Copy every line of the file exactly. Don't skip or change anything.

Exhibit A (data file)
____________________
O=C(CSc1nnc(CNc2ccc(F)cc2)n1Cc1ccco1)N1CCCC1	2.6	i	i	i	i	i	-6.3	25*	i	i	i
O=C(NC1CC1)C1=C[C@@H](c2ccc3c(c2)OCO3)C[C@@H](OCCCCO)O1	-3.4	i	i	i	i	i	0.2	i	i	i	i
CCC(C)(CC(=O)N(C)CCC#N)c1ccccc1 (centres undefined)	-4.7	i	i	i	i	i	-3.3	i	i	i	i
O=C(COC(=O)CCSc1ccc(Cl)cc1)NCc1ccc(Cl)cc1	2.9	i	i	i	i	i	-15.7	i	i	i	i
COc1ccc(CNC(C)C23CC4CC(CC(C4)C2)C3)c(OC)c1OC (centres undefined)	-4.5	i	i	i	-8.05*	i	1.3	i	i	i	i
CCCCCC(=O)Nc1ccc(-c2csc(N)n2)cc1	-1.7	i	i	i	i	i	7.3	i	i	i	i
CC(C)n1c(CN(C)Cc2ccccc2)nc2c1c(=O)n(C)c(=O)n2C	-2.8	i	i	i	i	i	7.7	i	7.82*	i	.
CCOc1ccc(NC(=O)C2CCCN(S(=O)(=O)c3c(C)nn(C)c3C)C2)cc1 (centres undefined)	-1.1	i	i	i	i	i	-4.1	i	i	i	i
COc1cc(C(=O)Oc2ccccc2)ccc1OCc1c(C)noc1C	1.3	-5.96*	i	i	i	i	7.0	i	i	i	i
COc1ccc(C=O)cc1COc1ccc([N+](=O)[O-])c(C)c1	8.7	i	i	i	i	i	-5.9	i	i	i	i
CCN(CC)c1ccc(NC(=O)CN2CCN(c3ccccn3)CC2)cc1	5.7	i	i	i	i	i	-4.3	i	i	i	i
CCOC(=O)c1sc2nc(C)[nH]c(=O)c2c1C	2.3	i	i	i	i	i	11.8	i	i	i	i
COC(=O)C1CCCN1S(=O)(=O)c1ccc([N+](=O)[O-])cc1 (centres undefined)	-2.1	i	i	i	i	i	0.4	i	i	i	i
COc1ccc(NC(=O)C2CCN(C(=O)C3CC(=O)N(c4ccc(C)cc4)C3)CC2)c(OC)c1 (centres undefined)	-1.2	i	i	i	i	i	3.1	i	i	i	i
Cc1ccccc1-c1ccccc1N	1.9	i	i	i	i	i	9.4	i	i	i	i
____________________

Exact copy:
O=C(CSc1nnc(CNc2ccc(F)cc2)n1Cc1ccco1)N1CCCC1	2.6	i	i	i	i	i	-6.3	25*	i	i	i
O=C(NC1CC1)C1=C[C@@H](c2ccc3c(c2)OCO3)C[C@@H](OCCCCO)O1	-3.4	i	i	i	i	i	0.2	i	i	i	i
CCC(C)(CC(=O)N(C)CCC#N)c1ccccc1 (centres undefined)	-4.7	i	i	i	i	i	-3.3	i	i	i	i
O=C(COC(=O)CCSc1ccc(Cl)cc1)NCc1ccc(Cl)cc1	2.9	i	i	i	i	i	-15.7	i	i	i	i
COc1ccc(CNC(C)C23CC4CC(CC(C4)C2)C3)c(OC)c1OC (centres undefined)	-4.5	i	i	i	-8.05*	i	1.3	i	i	i	i
CCCCCC(=O)Nc1ccc(-c2csc(N)n2)cc1	-1.7	i	i	i	i	i	7.3	i	i	i	i
CC(C)n1c(CN(C)Cc2ccccc2)nc2c1c(=O)n(C)c(=O)n2C	-2.8	i	i	i	i	i	7.7	i	7.82*	i	.
CCOc1ccc(NC(=O)C2CCCN(S(=O)(=O)c3c(C)nn(C)c3C)C2)cc1 (centres undefined)	-1.1	i	i	i	i	i	-4.1	i	i	i	i
COc1cc(C(=O)Oc2ccccc2)ccc1OCc1c(C)noc1C	1.3	-5.96*	i	i	i	i	7.0	i	i	i	i
COc1ccc(C=O)cc1COc1ccc([N+](=O)[O-])c(C)c1	8.7	i	i	i	i	i	-5.9	i	i	i	i
CCN(CC)c1ccc(NC(=O)CN2CCN(c3ccccn3)CC2)cc1	5.7	i	i	i	i	i	-4.3	i	i	i	i
CCOC(=O)c1sc2nc(C)[nH]c(=O)c2c1C	2.3	i	i	i	i	i	11.8	i	i	i	i
COC(=O)C1CCCN1S(=O)(=O)c1ccc([N+](=O)[O-])cc1 (centres undefined)	-2.1	i	i	i	i	i	0.4	i	i	i	i
COc1ccc(NC(=O)C2CCN(C(=O)C3CC(=O)N(c4ccc(C)cc4)C3)CC2)c(OC)c1 (centres undefined)	-1.2	i	i	i	i	i	3.1	i	i	i	i
Cc1ccccc1-c1ccccc1N	1.9	i	i	i	i	i	9.4	i	i	i	i